A control voltage from the d.c. amplifier 3 is applied to a constant current source 21, thereby limiting the amount of current flowing into the control circuit comprising diodes D1 and D2 and transistors Q1 and Q2. The Schmitt trigger circuit 22 is connected to the collector of the transistor Q2, and a capacitor C1 for determining the oscillation frequency is connected in parallel with the Schmitt trigger circuit 22. Furthermore, an NPN transistor Q3 is connected in parallel with the capacitor C1 and with the input terminal of the Schmitt trigger circuit 22. Thus, when a control signal in the form of a d.c. voltage higher than +0.7 V is applied to the base of the transistor Q3, the transistor conducts, and the voltage applied across the capacitor C1 is thus lowered. The resulting lowering or grounding of the input voltage of the Schmitt trigger circuit 22 terminates the operation thereof.
Describing the operation of the VCO shown in FIG. 2 in relation to the circuit shown in FIG. 1, this VCO may be incorporated in the FM multiplex circuit as VCO 4. In this case, the base of the transistor Q3 is connected with the terminal S1-1 in the switch SW1. The exemplary VCO of FIG. 2 may also be incorporateed in the AM detector circuit in FIG. 1 as VCO 14, and in this case, the base of the transistor Q3 is connected with the terminal S2-1 of the switch SW1.
In FIG. 3, there is illustrated another form of a voltage-controlled oscillator utilizing a multivibrator. The part surrounded by the broken line in FIG. 3 is formed into various integrated circuits of which NE561 and NE562 are typical. Since these integrated circuits per se are not part of the present invention, detailed description of their operation will be omitted.
In brief, a control voltage from d.c. amplifier 3 in FIG. 1 is applied to a terminal 31 of the circuit surrounded by the broken line, whereby the transistors Q5 and Q6 are caused to repeat ON-OFF operation alternately at a frequency depending on the magnitude of input control votlage. In the example shown in FIG. 3, another PNP transistor Q7 is provided between the collector and emitter of the transistor Q6, and the oscillation of the multivibrator is terminated by applying a control signal to the base of the transistor Q7, rendering transistor Q7 conductive and short-circuiting transistor Q6. It will be clearly understood that in this example, the multivibrator is operated when +B voltage is applied to the base of the transistor Q7, and the operation of the multivibrator is terminated when a voltage lower than 0.7 V is applied to the base of the same transistor.
Accordingly, the relation between the operation of the oscillator and the applied control voltage is just reverse of that of the Schmitt trigger type oscillator shown in FIG. 2. For this reason, the contact arrangement in the switch SW1 in FIG. 1 cannot be used for the example shown in FIG. 3, and hence a minor change must be made for this part of the circuit.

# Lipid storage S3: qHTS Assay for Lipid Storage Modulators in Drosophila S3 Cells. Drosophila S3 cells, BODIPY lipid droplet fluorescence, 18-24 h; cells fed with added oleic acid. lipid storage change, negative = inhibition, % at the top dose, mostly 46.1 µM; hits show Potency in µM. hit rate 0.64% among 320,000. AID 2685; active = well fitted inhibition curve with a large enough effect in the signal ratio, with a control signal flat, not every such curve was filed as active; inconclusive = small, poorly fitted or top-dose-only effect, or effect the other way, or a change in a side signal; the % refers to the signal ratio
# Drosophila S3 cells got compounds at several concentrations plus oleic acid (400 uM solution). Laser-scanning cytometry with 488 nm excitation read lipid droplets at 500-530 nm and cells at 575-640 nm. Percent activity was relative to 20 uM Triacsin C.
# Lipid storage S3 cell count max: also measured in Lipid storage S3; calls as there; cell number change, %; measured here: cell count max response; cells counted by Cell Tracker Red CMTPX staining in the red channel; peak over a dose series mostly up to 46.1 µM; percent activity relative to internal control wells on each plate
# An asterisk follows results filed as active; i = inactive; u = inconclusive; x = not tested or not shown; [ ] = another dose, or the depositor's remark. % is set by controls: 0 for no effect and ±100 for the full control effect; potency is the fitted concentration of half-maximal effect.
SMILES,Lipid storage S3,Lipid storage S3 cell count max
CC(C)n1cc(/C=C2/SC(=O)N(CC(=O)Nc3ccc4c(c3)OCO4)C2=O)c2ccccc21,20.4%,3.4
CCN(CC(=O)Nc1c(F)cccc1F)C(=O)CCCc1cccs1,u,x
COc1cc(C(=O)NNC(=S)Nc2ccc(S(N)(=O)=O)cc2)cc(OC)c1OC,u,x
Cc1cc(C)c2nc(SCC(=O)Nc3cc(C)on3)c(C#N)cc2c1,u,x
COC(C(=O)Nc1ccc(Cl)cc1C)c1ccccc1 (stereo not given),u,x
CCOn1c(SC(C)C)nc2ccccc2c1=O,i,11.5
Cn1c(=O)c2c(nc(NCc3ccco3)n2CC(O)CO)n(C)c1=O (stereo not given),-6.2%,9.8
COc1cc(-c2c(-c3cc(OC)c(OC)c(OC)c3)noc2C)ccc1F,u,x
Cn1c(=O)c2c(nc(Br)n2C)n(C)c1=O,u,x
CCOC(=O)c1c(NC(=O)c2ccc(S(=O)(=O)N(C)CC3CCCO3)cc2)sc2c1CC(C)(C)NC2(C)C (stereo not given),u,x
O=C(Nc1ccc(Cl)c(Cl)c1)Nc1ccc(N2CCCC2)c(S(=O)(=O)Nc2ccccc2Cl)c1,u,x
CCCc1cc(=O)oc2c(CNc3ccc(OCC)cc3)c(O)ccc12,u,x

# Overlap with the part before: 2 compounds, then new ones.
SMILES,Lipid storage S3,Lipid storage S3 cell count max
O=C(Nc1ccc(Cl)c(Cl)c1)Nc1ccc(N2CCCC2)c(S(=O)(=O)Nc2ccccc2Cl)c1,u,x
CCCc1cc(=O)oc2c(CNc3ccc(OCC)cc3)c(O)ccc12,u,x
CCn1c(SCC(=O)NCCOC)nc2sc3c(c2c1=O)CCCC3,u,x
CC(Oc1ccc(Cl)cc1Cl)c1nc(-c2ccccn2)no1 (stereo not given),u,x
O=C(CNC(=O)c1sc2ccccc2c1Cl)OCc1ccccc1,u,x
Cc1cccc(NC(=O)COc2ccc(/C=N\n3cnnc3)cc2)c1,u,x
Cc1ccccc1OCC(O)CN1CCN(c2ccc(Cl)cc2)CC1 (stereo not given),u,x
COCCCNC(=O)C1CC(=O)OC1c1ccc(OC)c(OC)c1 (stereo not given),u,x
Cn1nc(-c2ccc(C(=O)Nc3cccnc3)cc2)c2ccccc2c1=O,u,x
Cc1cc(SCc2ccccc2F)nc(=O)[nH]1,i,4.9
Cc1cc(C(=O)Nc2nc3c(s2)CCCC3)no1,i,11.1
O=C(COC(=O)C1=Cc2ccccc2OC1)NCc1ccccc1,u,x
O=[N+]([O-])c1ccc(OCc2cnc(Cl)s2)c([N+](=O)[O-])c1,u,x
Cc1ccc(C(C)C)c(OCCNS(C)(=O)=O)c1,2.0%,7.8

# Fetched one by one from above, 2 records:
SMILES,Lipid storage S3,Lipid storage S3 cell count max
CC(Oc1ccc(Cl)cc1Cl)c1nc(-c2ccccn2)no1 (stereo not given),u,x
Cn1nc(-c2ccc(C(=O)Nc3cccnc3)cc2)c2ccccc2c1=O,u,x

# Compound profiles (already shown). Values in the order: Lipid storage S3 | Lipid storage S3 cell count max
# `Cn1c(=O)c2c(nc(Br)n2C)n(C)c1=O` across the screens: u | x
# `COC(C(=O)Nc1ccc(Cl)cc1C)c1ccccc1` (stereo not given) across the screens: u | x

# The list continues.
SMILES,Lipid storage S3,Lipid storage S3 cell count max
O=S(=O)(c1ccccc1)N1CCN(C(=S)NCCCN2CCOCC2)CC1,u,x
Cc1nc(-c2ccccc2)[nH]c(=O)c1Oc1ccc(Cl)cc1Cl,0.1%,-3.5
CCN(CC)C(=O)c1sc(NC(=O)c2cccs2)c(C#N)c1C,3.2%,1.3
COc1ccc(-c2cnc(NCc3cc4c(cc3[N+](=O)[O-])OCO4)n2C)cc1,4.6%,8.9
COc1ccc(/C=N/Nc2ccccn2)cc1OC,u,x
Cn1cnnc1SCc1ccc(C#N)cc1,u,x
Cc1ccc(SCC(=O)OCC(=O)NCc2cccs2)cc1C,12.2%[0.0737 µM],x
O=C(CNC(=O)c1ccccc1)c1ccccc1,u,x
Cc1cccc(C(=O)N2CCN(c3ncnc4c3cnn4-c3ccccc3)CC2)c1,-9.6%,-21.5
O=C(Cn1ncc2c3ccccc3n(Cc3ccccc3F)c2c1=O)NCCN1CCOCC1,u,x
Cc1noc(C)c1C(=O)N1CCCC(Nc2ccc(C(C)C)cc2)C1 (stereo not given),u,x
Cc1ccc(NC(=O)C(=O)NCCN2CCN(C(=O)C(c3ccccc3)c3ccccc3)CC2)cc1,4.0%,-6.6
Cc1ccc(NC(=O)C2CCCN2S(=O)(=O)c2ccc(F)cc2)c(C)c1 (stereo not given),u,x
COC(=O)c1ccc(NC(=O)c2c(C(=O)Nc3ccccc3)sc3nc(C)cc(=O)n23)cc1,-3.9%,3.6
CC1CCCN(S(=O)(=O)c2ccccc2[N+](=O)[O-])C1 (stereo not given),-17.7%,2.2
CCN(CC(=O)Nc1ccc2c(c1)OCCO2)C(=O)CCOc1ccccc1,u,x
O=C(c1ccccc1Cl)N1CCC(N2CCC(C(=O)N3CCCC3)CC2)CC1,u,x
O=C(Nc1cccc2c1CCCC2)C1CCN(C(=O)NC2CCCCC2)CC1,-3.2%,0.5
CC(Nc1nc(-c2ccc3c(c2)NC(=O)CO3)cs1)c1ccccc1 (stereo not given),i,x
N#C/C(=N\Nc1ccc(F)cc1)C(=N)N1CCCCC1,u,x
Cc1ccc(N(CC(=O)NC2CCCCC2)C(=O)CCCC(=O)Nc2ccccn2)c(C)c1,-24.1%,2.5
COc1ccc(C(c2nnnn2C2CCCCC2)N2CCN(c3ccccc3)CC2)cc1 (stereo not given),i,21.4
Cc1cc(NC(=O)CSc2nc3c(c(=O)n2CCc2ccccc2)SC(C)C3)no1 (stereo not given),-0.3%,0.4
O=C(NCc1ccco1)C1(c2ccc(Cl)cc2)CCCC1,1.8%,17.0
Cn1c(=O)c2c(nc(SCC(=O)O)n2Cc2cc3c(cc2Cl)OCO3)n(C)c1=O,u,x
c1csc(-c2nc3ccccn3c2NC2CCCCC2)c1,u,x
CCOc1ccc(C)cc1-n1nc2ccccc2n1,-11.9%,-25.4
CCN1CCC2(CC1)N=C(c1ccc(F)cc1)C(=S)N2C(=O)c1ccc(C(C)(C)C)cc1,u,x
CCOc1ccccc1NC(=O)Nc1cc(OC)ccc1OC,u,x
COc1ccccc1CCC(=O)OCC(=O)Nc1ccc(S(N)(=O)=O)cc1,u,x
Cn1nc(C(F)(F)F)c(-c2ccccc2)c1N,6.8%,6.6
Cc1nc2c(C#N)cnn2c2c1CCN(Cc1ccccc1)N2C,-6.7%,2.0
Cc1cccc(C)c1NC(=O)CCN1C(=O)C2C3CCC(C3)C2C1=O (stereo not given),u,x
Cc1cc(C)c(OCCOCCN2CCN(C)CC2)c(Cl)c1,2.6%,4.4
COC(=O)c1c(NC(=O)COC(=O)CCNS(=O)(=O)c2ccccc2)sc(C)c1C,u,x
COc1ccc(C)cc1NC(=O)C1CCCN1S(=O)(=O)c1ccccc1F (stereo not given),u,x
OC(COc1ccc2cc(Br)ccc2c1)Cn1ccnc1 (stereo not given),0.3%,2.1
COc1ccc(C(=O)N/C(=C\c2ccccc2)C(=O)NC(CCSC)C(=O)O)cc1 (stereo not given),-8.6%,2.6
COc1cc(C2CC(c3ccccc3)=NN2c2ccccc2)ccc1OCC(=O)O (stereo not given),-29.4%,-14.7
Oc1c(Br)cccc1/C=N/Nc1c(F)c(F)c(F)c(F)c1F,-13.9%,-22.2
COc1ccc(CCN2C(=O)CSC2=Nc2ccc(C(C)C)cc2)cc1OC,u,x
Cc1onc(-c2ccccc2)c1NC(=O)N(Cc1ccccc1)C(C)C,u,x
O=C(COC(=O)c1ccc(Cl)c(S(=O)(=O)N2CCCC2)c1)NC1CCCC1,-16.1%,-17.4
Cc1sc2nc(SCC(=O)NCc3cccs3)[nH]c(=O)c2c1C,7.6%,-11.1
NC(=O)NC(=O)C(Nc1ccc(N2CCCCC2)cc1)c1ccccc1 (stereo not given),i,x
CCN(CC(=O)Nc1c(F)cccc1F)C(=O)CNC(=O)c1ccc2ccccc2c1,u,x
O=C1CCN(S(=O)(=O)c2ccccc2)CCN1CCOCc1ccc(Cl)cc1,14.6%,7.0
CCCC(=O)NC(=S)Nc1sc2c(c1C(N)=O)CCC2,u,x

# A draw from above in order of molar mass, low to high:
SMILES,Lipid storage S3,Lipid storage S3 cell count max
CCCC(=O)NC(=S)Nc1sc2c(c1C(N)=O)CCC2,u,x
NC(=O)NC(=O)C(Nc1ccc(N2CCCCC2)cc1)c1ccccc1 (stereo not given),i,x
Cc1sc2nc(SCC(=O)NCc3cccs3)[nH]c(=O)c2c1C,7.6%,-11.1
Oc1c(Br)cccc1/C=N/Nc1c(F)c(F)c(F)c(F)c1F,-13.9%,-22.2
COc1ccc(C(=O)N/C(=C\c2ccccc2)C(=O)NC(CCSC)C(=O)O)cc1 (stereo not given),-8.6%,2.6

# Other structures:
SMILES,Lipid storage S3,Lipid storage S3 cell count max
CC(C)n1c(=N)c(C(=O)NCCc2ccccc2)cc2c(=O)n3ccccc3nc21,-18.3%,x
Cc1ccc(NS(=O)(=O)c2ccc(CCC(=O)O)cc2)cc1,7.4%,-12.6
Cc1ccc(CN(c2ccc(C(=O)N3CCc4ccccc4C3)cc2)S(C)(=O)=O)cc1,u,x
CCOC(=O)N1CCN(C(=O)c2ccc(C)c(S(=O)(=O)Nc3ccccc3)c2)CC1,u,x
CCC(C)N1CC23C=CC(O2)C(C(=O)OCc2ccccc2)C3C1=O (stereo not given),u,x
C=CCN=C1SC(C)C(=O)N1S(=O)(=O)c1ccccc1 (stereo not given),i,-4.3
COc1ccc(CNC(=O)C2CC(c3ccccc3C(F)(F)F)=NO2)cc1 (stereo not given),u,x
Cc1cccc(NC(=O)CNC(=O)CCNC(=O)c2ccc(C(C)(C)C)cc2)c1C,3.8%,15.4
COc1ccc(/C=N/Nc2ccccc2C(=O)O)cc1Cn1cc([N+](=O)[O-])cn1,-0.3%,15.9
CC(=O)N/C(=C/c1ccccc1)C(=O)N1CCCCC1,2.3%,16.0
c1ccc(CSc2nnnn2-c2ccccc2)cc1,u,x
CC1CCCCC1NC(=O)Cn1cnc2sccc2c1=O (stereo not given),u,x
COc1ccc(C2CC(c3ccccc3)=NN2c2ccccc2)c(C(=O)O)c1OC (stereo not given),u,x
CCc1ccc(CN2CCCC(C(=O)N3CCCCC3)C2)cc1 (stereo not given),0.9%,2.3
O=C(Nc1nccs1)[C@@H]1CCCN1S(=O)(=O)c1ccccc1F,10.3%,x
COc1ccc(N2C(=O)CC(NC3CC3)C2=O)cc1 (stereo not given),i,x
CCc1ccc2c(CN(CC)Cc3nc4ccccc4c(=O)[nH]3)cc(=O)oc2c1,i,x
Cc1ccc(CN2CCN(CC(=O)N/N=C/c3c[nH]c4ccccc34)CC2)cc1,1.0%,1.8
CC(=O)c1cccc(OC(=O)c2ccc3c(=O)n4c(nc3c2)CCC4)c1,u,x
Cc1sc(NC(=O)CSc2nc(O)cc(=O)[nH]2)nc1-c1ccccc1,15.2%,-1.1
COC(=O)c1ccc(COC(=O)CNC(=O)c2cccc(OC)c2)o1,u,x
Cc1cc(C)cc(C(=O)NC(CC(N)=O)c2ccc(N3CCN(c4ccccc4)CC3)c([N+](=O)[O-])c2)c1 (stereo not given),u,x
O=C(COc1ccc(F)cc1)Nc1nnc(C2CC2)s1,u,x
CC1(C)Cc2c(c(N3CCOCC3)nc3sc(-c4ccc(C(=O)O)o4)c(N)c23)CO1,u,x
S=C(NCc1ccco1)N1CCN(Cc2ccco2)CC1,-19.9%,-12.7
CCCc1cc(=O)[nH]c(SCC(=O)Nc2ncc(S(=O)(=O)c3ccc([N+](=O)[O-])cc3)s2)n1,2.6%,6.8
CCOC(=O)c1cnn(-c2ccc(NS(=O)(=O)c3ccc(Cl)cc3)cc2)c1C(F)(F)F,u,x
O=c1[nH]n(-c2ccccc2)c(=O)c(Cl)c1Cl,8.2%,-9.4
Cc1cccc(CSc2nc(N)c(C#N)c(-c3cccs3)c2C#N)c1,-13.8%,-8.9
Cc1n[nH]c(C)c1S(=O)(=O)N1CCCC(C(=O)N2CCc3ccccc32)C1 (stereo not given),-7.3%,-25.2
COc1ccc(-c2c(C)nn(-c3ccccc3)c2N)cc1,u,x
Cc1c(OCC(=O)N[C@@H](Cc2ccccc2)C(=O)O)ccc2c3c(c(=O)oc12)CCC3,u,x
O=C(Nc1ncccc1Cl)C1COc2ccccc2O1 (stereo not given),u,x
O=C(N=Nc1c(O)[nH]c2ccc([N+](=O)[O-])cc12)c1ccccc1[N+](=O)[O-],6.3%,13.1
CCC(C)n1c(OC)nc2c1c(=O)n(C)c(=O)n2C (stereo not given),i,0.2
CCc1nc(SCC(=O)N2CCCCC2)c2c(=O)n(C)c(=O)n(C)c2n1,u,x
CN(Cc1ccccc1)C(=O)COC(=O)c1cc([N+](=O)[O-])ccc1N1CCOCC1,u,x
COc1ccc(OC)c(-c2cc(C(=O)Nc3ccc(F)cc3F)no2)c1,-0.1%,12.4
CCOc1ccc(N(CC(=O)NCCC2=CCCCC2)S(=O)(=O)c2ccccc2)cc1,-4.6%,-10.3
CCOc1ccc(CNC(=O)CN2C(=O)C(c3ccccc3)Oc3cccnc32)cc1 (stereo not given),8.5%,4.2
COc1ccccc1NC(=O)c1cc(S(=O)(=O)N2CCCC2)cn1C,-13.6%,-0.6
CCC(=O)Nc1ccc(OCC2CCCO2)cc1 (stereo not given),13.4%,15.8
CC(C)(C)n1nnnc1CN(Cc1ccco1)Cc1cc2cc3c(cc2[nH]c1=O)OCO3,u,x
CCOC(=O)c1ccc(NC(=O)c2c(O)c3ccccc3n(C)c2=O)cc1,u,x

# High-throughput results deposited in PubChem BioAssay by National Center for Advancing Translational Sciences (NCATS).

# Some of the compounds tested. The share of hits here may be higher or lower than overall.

Among voltage controlled oscillators, there are MC131OP and μA758 besides the above described types, and in these types, oscillation can be terminated by simply grounding the input terminal. Thus, when an operational mode requiring no PLL circuit is selected, the object of the invention can be achieved by so composing the circuit that the input terminal thereof is grounded through a ganged switch or a switching element, such as a transistor.
Since the invention is organized as described above, the transient phenomenon caused by ON-OFF control of the power source for PLL circuit can be eliminated. Furthermore, when the electric apparatus is operated in a mode not requiring the PLL, the voltage-controlled oscillator thereof can be sureby brought into inoperative state, and the interference of higher harmonics to other apparatuses can be thereby prevented. In addition, the operation of the voltage-controlled oscillator can be terminated without varying the oscillator portion thereof, whereby any possibility of deteriorating the stability in operation of the voltage-controlled oscillator due to circumferential conditions and other factors can be substantially eliminated.
Although the preferred embodiment of the invention has been described with respect to a so-called two-channel stereo receiver circuit, the invention is not restricted to such a specific circuit, but rather is applicable to various other circuits and apparatuses containing a PLL and utilizing the PLL upon requirement; therefore, various modifications and alterations can be effectuated without departing from the scope and spirit of the present invention as defined in the appended claims.
|Cited Patent||Filing date||Publication date||Applicant||Title|
|US3209271 *||Aug 17, 1961||Sep 28, 1965||Radiation Inc||Phase-locked loops|
|US3210684 *||May 17, 1962||Oct 5, 1965||Westinghouse Electric Corp||Phase locked variable frequency oscillator system with sweep circuit|
|US3293560 *||Jun 3, 1965||Dec 20, 1966||Siemens Ag Albis||Circuit arrangement for the automatic regulation of an oscillator to a reference frequency|
|US3562791 *||Nov 15, 1968||Feb 9, 1971||Int Standard Electric Corp||Loudspeaker telephone circuit arrangement|
|US3619804 *||Jan 23, 1969||Nov 9, 1971||Wilcox Electric Co Inc||Frequency discriminator using an intermittently phase-locked loop|
|US3665507 *||Jan 4, 1971||May 23, 1972||Gen Electric||Signal processor for reception of amplitude or frequency modulated signals|
|Citing Patent||Filing date||Publication date||Applicant||Title|
|US5406631 *||Aug 4, 1993||Apr 11, 1995||Rohm Co., Ltd.||Stereo signal demodulator circuit and stereo signal demodulator using the same|
|DE2927261A1 *||Jul 5, 1979||Jan 8, 1981||Siemens Ag||Drive circuit for stereo decoder - has base of transistor in Darlington pair as control signal input|
|U.S. Classification||381/4, 455/142|
|International Classification||H03D1/22, H03L7/099, H04H1/00, H04H40/45, H03D3/02, H03D5/00, H03D3/24|
|Cooperative Classification||H03D3/241, H04H20/88, H03D5/00, H03D1/2236|
|European Classification||H03D5/00, H03D1/22A3, H03D3/24A, H04H20/88|